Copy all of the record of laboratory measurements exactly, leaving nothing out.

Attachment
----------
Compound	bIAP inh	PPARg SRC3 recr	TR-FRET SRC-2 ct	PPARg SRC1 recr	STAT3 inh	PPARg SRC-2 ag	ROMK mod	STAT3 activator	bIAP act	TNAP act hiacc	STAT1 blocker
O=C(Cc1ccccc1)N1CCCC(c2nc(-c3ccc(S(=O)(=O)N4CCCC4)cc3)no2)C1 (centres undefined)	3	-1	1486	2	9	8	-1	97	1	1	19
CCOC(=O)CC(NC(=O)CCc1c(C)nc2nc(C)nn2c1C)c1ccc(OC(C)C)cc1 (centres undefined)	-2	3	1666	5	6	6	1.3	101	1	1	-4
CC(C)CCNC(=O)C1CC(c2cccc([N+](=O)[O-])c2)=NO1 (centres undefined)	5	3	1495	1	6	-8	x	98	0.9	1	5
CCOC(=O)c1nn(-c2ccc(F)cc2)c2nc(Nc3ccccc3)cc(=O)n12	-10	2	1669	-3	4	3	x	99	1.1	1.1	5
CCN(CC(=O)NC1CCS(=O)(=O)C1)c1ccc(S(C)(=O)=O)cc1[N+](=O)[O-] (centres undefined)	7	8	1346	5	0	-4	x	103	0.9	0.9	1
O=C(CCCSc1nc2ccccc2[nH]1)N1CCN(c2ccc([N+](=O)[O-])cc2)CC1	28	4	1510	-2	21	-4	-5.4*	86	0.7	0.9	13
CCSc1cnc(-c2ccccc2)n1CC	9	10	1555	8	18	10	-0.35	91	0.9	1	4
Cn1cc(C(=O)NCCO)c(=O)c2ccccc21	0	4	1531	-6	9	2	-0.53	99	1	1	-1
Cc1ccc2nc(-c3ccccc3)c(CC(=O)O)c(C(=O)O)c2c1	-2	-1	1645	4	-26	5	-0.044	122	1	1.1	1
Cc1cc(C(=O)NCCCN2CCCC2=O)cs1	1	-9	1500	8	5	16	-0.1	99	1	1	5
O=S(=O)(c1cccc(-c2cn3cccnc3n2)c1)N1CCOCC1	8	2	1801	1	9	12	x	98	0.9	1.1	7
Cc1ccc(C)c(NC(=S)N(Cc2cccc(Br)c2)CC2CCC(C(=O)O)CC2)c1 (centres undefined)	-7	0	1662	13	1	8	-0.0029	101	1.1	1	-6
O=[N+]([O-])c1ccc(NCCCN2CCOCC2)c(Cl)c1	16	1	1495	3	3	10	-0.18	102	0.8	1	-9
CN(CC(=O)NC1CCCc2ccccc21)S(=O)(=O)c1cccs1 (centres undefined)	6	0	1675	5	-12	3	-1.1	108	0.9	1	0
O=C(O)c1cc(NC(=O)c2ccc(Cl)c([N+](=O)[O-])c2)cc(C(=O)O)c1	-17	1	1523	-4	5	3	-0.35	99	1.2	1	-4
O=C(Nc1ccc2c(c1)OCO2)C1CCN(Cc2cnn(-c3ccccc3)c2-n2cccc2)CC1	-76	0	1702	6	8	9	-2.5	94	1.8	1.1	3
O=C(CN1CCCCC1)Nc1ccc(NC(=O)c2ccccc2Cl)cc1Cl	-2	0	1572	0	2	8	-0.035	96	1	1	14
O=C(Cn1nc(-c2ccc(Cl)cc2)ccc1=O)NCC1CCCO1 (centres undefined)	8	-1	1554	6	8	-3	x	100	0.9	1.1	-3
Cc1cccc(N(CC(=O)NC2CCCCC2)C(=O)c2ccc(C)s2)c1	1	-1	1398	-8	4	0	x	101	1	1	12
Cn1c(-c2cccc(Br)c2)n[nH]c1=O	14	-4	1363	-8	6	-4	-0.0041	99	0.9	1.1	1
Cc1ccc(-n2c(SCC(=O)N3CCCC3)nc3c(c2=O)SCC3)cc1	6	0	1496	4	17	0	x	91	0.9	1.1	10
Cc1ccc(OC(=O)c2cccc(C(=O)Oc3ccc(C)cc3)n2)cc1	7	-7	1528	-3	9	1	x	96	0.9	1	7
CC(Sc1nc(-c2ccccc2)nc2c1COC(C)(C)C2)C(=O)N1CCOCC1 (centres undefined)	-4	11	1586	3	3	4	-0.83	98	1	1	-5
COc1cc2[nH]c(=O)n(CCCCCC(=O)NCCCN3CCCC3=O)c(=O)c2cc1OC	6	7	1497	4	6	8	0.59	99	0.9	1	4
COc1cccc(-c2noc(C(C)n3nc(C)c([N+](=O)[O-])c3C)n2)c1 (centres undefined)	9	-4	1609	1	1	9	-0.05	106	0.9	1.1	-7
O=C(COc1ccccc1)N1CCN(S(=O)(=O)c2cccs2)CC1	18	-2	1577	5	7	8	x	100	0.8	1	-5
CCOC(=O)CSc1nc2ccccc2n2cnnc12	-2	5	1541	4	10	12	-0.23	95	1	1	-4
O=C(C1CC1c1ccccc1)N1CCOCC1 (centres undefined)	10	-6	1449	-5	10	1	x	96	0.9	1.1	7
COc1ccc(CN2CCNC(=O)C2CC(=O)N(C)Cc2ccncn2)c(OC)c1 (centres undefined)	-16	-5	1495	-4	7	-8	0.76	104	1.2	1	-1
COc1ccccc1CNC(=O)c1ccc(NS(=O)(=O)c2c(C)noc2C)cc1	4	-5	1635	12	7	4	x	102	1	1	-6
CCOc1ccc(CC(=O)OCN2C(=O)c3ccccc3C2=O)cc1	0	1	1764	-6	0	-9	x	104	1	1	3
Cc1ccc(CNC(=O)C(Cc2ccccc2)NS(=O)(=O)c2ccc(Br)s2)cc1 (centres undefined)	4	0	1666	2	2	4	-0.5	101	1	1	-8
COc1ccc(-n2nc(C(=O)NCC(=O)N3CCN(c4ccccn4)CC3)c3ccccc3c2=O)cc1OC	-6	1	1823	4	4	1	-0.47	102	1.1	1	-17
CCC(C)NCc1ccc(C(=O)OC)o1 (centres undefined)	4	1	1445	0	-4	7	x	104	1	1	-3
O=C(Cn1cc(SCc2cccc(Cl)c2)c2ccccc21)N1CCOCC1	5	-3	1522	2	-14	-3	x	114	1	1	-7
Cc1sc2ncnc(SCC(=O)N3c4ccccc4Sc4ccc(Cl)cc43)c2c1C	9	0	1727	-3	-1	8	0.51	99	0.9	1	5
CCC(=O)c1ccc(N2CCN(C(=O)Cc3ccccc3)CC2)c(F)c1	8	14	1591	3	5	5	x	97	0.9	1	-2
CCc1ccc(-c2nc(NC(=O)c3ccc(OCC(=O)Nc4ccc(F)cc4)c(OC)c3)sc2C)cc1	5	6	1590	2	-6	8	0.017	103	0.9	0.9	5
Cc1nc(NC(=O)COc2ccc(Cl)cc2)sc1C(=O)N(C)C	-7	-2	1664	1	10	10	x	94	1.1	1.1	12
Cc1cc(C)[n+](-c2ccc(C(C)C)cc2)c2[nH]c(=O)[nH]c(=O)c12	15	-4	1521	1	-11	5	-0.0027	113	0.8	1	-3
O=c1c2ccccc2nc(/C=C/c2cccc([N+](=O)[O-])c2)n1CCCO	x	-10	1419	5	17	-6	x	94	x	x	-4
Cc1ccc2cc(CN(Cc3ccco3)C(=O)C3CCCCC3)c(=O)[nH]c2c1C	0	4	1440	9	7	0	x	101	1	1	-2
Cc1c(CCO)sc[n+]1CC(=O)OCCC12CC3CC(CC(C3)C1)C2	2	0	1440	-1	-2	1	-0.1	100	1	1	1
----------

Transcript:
Compound	bIAP inh	PPARg SRC3 recr	TR-FRET SRC-2 ct	PPARg SRC1 recr	STAT3 inh	PPARg SRC-2 ag	ROMK mod	STAT3 activator	bIAP act	TNAP act hiacc	STAT1 blocker
O=C(Cc1ccccc1)N1CCCC(c2nc(-c3ccc(S(=O)(=O)N4CCCC4)cc3)no2)C1 (centres undefined)	3	-1	1486	2	9	8	-1	97	1	1	19
CCOC(=O)CC(NC(=O)CCc1c(C)nc2nc(C)nn2c1C)c1ccc(OC(C)C)cc1 (centres undefined)	-2	3	1666	5	6	6	1.3	101	1	1	-4
CC(C)CCNC(=O)C1CC(c2cccc([N+](=O)[O-])c2)=NO1 (centres undefined)	5	3	1495	1	6	-8	x	98	0.9	1	5
CCOC(=O)c1nn(-c2ccc(F)cc2)c2nc(Nc3ccccc3)cc(=O)n12	-10	2	1669	-3	4	3	x	99	1.1	1.1	5
CCN(CC(=O)NC1CCS(=O)(=O)C1)c1ccc(S(C)(=O)=O)cc1[N+](=O)[O-] (centres undefined)	7	8	1346	5	0	-4	x	103	0.9	0.9	1
O=C(CCCSc1nc2ccccc2[nH]1)N1CCN(c2ccc([N+](=O)[O-])cc2)CC1	28	4	1510	-2	21	-4	-5.4*	86	0.7	0.9	13
CCSc1cnc(-c2ccccc2)n1CC	9	10	1555	8	18	10	-0.35	91	0.9	1	4
Cn1cc(C(=O)NCCO)c(=O)c2ccccc21	0	4	1531	-6	9	2	-0.53	99	1	1	-1
Cc1ccc2nc(-c3ccccc3)c(CC(=O)O)c(C(=O)O)c2c1	-2	-1	1645	4	-26	5	-0.044	122	1	1.1	1
Cc1cc(C(=O)NCCCN2CCCC2=O)cs1	1	-9	1500	8	5	16	-0.1	99	1	1	5
O=S(=O)(c1cccc(-c2cn3cccnc3n2)c1)N1CCOCC1	8	2	1801	1	9	12	x	98	0.9	1.1	7
Cc1ccc(C)c(NC(=S)N(Cc2cccc(Br)c2)CC2CCC(C(=O)O)CC2)c1 (centres undefined)	-7	0	1662	13	1	8	-0.0029	101	1.1	1	-6
O=[N+]([O-])c1ccc(NCCCN2CCOCC2)c(Cl)c1	16	1	1495	3	3	10	-0.18	102	0.8	1	-9
CN(CC(=O)NC1CCCc2ccccc21)S(=O)(=O)c1cccs1 (centres undefined)	6	0	1675	5	-12	3	-1.1	108	0.9	1	0
O=C(O)c1cc(NC(=O)c2ccc(Cl)c([N+](=O)[O-])c2)cc(C(=O)O)c1	-17	1	1523	-4	5	3	-0.35	99	1.2	1	-4
O=C(Nc1ccc2c(c1)OCO2)C1CCN(Cc2cnn(-c3ccccc3)c2-n2cccc2)CC1	-76	0	1702	6	8	9	-2.5	94	1.8	1.1	3
O=C(CN1CCCCC1)Nc1ccc(NC(=O)c2ccccc2Cl)cc1Cl	-2	0	1572	0	2	8	-0.035	96	1	1	14
O=C(Cn1nc(-c2ccc(Cl)cc2)ccc1=O)NCC1CCCO1 (centres undefined)	8	-1	1554	6	8	-3	x	100	0.9	1.1	-3
Cc1cccc(N(CC(=O)NC2CCCCC2)C(=O)c2ccc(C)s2)c1	1	-1	1398	-8	4	0	x	101	1	1	12
Cn1c(-c2cccc(Br)c2)n[nH]c1=O	14	-4	1363	-8	6	-4	-0.0041	99	0.9	1.1	1
Cc1ccc(-n2c(SCC(=O)N3CCCC3)nc3c(c2=O)SCC3)cc1	6	0	1496	4	17	0	x	91	0.9	1.1	10
Cc1ccc(OC(=O)c2cccc(C(=O)Oc3ccc(C)cc3)n2)cc1	7	-7	1528	-3	9	1	x	96	0.9	1	7
CC(Sc1nc(-c2ccccc2)nc2c1COC(C)(C)C2)C(=O)N1CCOCC1 (centres undefined)	-4	11	1586	3	3	4	-0.83	98	1	1	-5
COc1cc2[nH]c(=O)n(CCCCCC(=O)NCCCN3CCCC3=O)c(=O)c2cc1OC	6	7	1497	4	6	8	0.59	99	0.9	1	4
COc1cccc(-c2noc(C(C)n3nc(C)c([N+](=O)[O-])c3C)n2)c1 (centres undefined)	9	-4	1609	1	1	9	-0.05	106	0.9	1.1	-7
O=C(COc1ccccc1)N1CCN(S(=O)(=O)c2cccs2)CC1	18	-2	1577	5	7	8	x	100	0.8	1	-5
CCOC(=O)CSc1nc2ccccc2n2cnnc12	-2	5	1541	4	10	12	-0.23	95	1	1	-4
O=C(C1CC1c1ccccc1)N1CCOCC1 (centres undefined)	10	-6	1449	-5	10	1	x	96	0.9	1.1	7
COc1ccc(CN2CCNC(=O)C2CC(=O)N(C)Cc2ccncn2)c(OC)c1 (centres undefined)	-16	-5	1495	-4	7	-8	0.76	104	1.2	1	-1
COc1ccccc1CNC(=O)c1ccc(NS(=O)(=O)c2c(C)noc2C)cc1	4	-5	1635	12	7	4	x	102	1	1	-6
CCOc1ccc(CC(=O)OCN2C(=O)c3ccccc3C2=O)cc1	0	1	1764	-6	0	-9	x	104	1	1	3
Cc1ccc(CNC(=O)C(Cc2ccccc2)NS(=O)(=O)c2ccc(Br)s2)cc1 (centres undefined)	4	0	1666	2	2	4	-0.5	101	1	1	-8
COc1ccc(-n2nc(C(=O)NCC(=O)N3CCN(c4ccccn4)CC3)c3ccccc3c2=O)cc1OC	-6	1	1823	4	4	1	-0.47	102	1.1	1	-17
CCC(C)NCc1ccc(C(=O)OC)o1 (centres undefined)	4	1	1445	0	-4	7	x	104	1	1	-3
O=C(Cn1cc(SCc2cccc(Cl)c2)c2ccccc21)N1CCOCC1	5	-3	1522	2	-14	-3	x	114	1	1	-7
Cc1sc2ncnc(SCC(=O)N3c4ccccc4Sc4ccc(Cl)cc43)c2c1C	9	0	1727	-3	-1	8	0.51	99	0.9	1	5
CCC(=O)c1ccc(N2CCN(C(=O)Cc3ccccc3)CC2)c(F)c1	8	14	1591	3	5	5	x	97	0.9	1	-2
CCc1ccc(-c2nc(NC(=O)c3ccc(OCC(=O)Nc4ccc(F)cc4)c(OC)c3)sc2C)cc1	5	6	1590	2	-6	8	0.017	103	0.9	0.9	5
Cc1nc(NC(=O)COc2ccc(Cl)cc2)sc1C(=O)N(C)C	-7	-2	1664	1	10	10	x	94	1.1	1.1	12
Cc1cc(C)[n+](-c2ccc(C(C)C)cc2)c2[nH]c(=O)[nH]c(=O)c12	15	-4	1521	1	-11	5	-0.0027	113	0.8	1	-3
O=c1c2ccccc2nc(/C=C/c2cccc([N+](=O)[O-])c2)n1CCCO	x	-10	1419	5	17	-6	x	94	x	x	-4
Cc1ccc2cc(CN(Cc3ccco3)C(=O)C3CCCCC3)c(=O)[nH]c2c1C	0	4	1440	9	7	0	x	101	1	1	-2
Cc1c(CCO)sc[n+]1CC(=O)OCCC12CC3CC(CC(C3)C1)C2	2	0	1440	-1	-2	1	-0.1	100	1	1	1